Sailthru founder and chairman Neil Capel first tasted entrepreneurship amidst piles of tomatoes, potatoes, melons and mangos. Before he developed the technical expertise to found his rising Web systems company, Capel learned best business practices from working at his father’s green grocery south of London.
Capel was the featured guest at the November NJ Tech Meetup, held at Stevens Institute of Technology (Hoboken). During a Q&A with the group’s founder, Aaron Price, Capel explained how he went from employee to entrepreneur.
Before founding Sailthru, which customizes brand content for companies such as emails to send to customers, Capel worked as a fixer of failing websites. “I was doing redevelopment of sites that weren’t scaling. I would get called in to keep them alive while the business was running.”
While doing that redevelopment work, Capel noticed a recurring problem. “There was something in every case that was inherently annoying to me: that we were annoying our consumer. It didn’t matter if it was a reader of our publication or a buyer of our software, we would just annoy the crap out of them until they converted.”
In thinking about the problem, Capel recalled his father’s grocery store. “I didn’t realize why it so annoyed me. It took me a while, frankly after I founded Sailthru, to realize it came from the fact that, when I was working in my dad’s green grocery, the consumer came first, every single time. My dad knew every single customer, he knew what they were going to buy. He knew what they were going to buy before they did.”
Capel said that his father used those close relationships with his customers to survive the competition of the larger supermarkets. “Because of the service, because of the brand, he actually fought off the supermarkets. He would interact with [customers] every single time they were in the store, and just make sure they always had a fantastic experience.”
Having seen that success, Capel knew he could solve the problem he was seeing of companies mismanaging their relationship with customers. Still, he needed a push to pursue putting that solution to the test. He was redeveloping a site during a hectic Christmas season when he realized that he needed to go into business for himself. “I worked every single minute of every day I was alive. I stripped down the system and rebuilt it back up to get this thing live by a public launch date, and at that point I thought, ‘I am not getting paid enough for this. I have to work for myself.’”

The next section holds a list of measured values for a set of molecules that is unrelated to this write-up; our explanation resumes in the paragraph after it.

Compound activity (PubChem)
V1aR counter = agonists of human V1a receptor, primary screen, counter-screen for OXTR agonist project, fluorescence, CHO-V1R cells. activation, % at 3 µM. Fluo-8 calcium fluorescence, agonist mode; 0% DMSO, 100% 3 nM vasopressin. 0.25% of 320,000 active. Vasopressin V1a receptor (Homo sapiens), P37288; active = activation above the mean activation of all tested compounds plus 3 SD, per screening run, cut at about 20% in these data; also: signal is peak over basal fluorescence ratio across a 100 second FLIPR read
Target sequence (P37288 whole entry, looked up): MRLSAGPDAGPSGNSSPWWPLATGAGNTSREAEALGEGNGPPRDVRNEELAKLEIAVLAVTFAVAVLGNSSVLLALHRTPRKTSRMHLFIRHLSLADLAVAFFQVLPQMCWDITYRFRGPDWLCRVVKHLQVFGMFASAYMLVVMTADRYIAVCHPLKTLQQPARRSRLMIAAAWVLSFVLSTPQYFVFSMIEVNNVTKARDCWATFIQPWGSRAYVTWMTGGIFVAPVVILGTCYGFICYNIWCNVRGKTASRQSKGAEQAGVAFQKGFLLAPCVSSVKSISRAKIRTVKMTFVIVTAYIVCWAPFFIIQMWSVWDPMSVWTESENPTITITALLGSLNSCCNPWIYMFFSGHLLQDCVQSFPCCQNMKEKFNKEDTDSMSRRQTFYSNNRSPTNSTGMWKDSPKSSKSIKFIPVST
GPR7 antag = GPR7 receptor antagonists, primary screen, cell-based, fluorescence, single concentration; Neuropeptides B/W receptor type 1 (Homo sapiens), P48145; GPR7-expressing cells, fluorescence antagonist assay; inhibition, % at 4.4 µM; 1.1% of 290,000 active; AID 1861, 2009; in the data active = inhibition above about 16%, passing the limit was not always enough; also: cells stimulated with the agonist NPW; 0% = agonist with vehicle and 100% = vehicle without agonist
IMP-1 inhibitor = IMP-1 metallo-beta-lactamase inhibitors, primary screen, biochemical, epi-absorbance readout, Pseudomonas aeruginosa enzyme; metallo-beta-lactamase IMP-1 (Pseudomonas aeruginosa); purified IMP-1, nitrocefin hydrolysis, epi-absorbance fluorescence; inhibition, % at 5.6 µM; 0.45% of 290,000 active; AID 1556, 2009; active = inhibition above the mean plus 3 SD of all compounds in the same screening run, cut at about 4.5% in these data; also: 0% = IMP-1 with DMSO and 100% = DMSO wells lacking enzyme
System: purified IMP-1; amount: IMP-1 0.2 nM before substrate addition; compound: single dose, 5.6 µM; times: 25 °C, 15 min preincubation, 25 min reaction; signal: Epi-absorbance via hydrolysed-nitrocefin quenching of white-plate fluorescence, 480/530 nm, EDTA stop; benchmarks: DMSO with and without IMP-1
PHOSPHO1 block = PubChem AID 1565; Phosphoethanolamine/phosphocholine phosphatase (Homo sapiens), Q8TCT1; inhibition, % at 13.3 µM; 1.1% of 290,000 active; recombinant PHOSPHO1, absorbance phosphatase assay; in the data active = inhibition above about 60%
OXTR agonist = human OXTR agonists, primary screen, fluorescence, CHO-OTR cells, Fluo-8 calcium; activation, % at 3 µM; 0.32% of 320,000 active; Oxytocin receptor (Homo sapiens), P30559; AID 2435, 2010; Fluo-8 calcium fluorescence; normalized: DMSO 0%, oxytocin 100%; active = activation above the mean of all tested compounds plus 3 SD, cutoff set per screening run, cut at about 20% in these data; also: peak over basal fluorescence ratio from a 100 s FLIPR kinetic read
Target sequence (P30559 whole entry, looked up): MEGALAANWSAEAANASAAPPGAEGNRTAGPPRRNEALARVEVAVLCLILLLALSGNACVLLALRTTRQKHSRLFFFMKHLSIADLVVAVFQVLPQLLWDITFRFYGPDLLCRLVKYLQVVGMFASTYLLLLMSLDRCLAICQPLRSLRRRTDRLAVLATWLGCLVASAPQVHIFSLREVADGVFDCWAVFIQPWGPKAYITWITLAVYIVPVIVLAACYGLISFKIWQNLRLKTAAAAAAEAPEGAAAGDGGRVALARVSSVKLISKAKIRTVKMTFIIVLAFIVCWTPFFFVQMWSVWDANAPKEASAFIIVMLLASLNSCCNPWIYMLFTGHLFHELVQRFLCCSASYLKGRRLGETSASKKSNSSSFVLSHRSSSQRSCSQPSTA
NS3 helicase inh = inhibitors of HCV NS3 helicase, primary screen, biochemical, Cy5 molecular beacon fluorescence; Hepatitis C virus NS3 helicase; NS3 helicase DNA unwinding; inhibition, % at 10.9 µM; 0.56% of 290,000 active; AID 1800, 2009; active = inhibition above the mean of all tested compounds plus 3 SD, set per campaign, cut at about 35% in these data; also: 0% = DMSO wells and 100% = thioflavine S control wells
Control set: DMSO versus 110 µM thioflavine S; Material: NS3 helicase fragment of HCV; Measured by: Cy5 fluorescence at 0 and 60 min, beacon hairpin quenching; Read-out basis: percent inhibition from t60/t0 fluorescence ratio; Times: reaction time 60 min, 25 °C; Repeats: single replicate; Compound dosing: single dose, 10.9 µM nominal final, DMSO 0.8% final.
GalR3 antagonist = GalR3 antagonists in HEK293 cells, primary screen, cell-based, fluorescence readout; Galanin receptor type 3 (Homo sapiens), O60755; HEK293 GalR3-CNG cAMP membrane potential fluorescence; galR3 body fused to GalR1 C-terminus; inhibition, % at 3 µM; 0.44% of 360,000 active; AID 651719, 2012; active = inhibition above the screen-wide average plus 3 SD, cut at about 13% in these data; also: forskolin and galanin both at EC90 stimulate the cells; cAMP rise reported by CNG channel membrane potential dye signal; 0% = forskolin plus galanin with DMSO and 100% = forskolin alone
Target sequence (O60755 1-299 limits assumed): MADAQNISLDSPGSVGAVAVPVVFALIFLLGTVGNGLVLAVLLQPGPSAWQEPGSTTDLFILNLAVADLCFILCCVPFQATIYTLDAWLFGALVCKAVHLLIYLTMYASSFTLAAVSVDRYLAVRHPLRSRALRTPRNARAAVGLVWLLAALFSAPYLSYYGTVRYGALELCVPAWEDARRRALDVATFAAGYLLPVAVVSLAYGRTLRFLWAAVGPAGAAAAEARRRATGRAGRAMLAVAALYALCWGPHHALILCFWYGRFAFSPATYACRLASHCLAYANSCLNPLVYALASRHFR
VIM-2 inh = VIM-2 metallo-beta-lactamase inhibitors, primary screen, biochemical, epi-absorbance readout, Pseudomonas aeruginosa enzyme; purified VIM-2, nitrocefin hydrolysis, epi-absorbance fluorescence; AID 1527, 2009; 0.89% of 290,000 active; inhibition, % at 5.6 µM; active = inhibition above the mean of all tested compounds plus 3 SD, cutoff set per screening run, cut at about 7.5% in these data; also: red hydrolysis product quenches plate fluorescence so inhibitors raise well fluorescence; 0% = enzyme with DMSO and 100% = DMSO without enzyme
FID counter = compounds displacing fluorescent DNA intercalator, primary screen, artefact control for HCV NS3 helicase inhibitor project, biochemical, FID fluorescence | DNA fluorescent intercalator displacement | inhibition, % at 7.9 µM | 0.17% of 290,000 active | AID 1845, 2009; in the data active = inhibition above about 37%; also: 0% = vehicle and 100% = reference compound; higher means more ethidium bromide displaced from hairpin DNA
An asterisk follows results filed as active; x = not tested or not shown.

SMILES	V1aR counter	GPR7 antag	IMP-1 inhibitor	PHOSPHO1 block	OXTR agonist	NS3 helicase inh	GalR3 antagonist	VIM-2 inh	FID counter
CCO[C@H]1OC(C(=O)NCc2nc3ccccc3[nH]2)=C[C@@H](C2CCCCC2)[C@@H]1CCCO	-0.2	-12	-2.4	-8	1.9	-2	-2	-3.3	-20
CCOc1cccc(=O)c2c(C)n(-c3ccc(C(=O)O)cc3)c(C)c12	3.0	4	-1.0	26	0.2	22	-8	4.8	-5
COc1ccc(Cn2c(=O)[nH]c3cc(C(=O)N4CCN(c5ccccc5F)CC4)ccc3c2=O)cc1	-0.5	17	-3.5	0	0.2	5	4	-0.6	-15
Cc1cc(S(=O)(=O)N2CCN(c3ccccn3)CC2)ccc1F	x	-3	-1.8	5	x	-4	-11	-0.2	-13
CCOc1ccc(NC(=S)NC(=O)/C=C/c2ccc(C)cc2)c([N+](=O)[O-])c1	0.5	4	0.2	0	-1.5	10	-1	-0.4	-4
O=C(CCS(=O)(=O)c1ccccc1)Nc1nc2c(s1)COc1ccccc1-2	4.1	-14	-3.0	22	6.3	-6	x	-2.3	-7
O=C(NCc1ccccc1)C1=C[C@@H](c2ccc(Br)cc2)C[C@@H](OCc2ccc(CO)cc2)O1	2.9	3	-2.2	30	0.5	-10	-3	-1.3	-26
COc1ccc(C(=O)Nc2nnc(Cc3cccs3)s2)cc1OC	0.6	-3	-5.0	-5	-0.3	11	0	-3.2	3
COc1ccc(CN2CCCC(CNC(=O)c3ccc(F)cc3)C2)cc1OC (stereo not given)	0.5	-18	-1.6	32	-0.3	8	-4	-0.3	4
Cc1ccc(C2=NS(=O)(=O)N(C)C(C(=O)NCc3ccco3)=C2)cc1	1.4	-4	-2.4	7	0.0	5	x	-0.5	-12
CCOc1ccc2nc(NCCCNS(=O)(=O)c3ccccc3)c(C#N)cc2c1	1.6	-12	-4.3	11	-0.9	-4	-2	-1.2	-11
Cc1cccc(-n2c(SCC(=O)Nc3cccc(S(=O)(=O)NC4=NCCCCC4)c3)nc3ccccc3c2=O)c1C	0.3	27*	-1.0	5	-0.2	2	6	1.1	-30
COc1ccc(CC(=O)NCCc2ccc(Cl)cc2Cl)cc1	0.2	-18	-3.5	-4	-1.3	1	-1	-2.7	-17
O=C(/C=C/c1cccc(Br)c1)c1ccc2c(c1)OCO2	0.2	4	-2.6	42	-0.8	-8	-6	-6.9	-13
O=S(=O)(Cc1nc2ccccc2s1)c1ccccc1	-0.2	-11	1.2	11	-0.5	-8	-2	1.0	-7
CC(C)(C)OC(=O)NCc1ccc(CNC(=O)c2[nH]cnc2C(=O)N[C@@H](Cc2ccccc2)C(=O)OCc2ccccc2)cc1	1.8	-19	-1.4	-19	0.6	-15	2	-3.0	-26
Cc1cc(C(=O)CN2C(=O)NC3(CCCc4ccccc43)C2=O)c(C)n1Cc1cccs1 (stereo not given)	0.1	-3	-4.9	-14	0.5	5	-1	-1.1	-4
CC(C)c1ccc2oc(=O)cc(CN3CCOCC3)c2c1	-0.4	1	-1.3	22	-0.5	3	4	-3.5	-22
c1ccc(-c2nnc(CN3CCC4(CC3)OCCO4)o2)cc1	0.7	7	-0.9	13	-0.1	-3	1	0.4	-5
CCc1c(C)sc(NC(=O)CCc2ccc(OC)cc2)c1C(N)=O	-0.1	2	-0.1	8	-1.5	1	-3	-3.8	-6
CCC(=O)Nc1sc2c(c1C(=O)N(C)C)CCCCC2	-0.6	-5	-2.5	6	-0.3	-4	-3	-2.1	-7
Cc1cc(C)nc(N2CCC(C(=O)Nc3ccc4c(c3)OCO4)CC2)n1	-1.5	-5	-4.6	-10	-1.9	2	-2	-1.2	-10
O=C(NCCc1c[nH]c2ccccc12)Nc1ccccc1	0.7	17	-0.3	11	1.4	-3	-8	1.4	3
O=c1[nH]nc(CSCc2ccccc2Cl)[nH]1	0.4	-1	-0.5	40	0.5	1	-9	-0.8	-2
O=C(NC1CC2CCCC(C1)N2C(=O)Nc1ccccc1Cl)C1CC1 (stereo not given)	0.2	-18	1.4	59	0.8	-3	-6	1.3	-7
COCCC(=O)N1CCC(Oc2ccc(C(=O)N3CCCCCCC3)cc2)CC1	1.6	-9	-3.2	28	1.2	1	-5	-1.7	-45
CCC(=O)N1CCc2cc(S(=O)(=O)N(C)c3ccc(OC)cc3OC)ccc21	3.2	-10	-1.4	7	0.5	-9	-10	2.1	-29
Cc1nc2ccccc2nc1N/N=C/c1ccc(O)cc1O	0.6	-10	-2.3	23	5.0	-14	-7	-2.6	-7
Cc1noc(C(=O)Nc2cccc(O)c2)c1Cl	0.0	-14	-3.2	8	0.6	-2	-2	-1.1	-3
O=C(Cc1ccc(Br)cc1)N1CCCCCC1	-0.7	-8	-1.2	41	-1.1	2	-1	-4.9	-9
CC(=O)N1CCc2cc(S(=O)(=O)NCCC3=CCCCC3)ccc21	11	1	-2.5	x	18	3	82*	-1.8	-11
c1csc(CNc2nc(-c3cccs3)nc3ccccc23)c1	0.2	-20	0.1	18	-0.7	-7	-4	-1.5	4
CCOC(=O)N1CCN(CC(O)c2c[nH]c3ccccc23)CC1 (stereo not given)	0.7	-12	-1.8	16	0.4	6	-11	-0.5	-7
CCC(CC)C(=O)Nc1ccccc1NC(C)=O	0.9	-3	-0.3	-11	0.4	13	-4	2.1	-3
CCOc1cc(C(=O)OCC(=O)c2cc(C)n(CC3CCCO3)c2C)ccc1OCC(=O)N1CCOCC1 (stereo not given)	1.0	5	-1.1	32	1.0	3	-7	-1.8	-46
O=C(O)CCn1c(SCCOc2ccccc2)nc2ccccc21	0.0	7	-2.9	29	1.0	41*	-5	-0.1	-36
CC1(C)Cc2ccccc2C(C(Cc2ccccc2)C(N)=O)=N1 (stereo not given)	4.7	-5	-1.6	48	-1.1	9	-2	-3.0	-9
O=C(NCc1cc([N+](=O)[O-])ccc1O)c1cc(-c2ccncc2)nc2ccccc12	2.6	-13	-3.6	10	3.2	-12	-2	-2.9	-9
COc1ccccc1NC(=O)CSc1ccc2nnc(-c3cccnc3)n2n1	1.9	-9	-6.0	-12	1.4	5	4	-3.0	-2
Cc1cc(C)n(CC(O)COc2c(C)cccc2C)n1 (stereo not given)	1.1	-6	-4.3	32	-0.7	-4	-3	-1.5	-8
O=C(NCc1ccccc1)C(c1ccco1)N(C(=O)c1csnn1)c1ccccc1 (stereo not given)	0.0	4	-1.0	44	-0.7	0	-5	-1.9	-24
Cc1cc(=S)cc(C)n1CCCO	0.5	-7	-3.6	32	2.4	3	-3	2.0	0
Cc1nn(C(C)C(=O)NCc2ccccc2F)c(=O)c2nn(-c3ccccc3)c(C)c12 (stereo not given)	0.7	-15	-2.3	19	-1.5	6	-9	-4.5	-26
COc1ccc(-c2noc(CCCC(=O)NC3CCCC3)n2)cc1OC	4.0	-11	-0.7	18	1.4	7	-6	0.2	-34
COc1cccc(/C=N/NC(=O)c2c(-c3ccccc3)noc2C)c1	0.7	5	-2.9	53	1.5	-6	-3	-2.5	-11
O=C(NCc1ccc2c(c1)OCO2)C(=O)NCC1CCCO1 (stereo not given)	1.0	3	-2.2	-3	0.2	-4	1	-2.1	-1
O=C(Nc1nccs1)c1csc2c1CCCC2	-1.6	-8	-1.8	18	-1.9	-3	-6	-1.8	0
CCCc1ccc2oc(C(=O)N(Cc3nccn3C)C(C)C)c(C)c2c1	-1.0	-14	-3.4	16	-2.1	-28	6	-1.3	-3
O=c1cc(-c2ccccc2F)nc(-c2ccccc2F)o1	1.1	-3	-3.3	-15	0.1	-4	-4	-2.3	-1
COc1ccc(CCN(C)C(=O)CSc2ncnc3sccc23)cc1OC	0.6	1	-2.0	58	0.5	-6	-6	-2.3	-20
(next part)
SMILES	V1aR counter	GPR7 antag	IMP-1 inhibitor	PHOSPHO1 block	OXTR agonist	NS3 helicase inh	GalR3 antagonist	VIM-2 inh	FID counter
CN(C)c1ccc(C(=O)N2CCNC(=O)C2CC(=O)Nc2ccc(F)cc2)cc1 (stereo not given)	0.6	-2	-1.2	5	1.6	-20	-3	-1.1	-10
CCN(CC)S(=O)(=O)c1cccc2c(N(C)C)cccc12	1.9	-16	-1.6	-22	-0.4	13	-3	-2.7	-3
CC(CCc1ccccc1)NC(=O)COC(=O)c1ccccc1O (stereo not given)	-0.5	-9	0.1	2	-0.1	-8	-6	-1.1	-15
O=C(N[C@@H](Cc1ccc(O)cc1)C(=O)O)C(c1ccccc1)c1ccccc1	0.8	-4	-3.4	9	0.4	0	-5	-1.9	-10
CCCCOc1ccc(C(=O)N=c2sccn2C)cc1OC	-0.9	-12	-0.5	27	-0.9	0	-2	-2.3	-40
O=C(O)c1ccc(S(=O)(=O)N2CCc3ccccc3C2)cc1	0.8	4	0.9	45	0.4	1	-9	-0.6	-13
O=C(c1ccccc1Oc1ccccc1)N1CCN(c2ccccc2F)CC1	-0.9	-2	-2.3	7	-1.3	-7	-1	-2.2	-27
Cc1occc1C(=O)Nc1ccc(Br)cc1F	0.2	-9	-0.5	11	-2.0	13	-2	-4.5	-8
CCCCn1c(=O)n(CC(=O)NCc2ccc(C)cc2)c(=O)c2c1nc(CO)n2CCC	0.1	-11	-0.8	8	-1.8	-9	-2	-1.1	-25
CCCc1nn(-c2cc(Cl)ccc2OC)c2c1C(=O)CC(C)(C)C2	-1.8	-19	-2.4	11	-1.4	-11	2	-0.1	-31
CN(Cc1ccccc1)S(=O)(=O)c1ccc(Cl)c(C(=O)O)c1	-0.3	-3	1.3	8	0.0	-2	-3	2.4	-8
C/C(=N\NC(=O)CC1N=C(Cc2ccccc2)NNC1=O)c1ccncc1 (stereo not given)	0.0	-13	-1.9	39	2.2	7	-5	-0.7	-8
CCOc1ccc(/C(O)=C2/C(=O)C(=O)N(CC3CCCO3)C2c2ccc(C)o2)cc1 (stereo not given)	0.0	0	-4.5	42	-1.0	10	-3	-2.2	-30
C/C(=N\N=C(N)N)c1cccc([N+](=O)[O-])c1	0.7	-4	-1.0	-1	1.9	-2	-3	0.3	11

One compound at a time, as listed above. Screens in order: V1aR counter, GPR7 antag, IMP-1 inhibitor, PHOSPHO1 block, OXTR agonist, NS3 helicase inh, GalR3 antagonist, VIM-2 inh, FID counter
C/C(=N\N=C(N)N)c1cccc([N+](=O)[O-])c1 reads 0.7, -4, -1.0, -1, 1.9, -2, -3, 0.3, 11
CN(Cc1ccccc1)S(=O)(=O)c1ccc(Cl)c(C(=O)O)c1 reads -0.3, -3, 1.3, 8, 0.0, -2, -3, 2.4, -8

After Capel described the effort involved in founding Sailthru, Price asked Capel if he thought an entrepreneur could start a business on the side while still having a primary job. Capel was doubtful. “The chances of getting a business off the ground and funded are small. If you’re doing it on the side, it’s really hard. Chances are the business is going to need more than 100% of your time.”
The conversation then shifted to funding. Capel said that he had reached a point when he realized that he needed to raise funds to sustain Sailthru, but he didn’t know much about asking for money. “I was scared of it. I didn’t know what I was doing. I had no clue where to start.”
Since he didn’t know where to start, Capel went everywhere. “I went and pitched as many people as I could in as short a period of time as possible. That worked out quite well because I actually created artificial buzz. Everyone in the VC community was saying, ‘Oh, have you seen Sailthru.’ Because I crammed them all in a three-week period, they didn’t have any chance not to.”
Capel was eventually able to raise $45 million. He gave the audience some advice on the process. “The best way to do it is to work backwards. It’s going to take three or four months for any kind of fundraising, whether it’s a seed round or an A, or a B, or a C. You work backwards from the four months out. You say that’s when I want to sign a term sheet. If you want to sign a term sheet then, you better have final meetings the three weeks beforehand. Then come forward a bit more and say I need to be having really good conversations with some of the VCs here, and I need to be having a lot of conversations with a lot of VCs these couple of weeks.”
In response to a question from Price, Capel offered some motivating words to the audience about building momentum during the fundraising process, especially in the face of rejection.
“You’ve got to hustle like hell. You’re going to get ‘no’ every which way you go, and you have to just keep going through. You have to have absolutely unshakeable resolve and belief that you’re going to do it.”
“When so many people tell you ‘no,’ it drives you mad, but for me it drove me further,” Capel continued. “If you believe in it, then you should run through every single wall to do that, and I think that’s the energy you need to propel into the fundraising process.”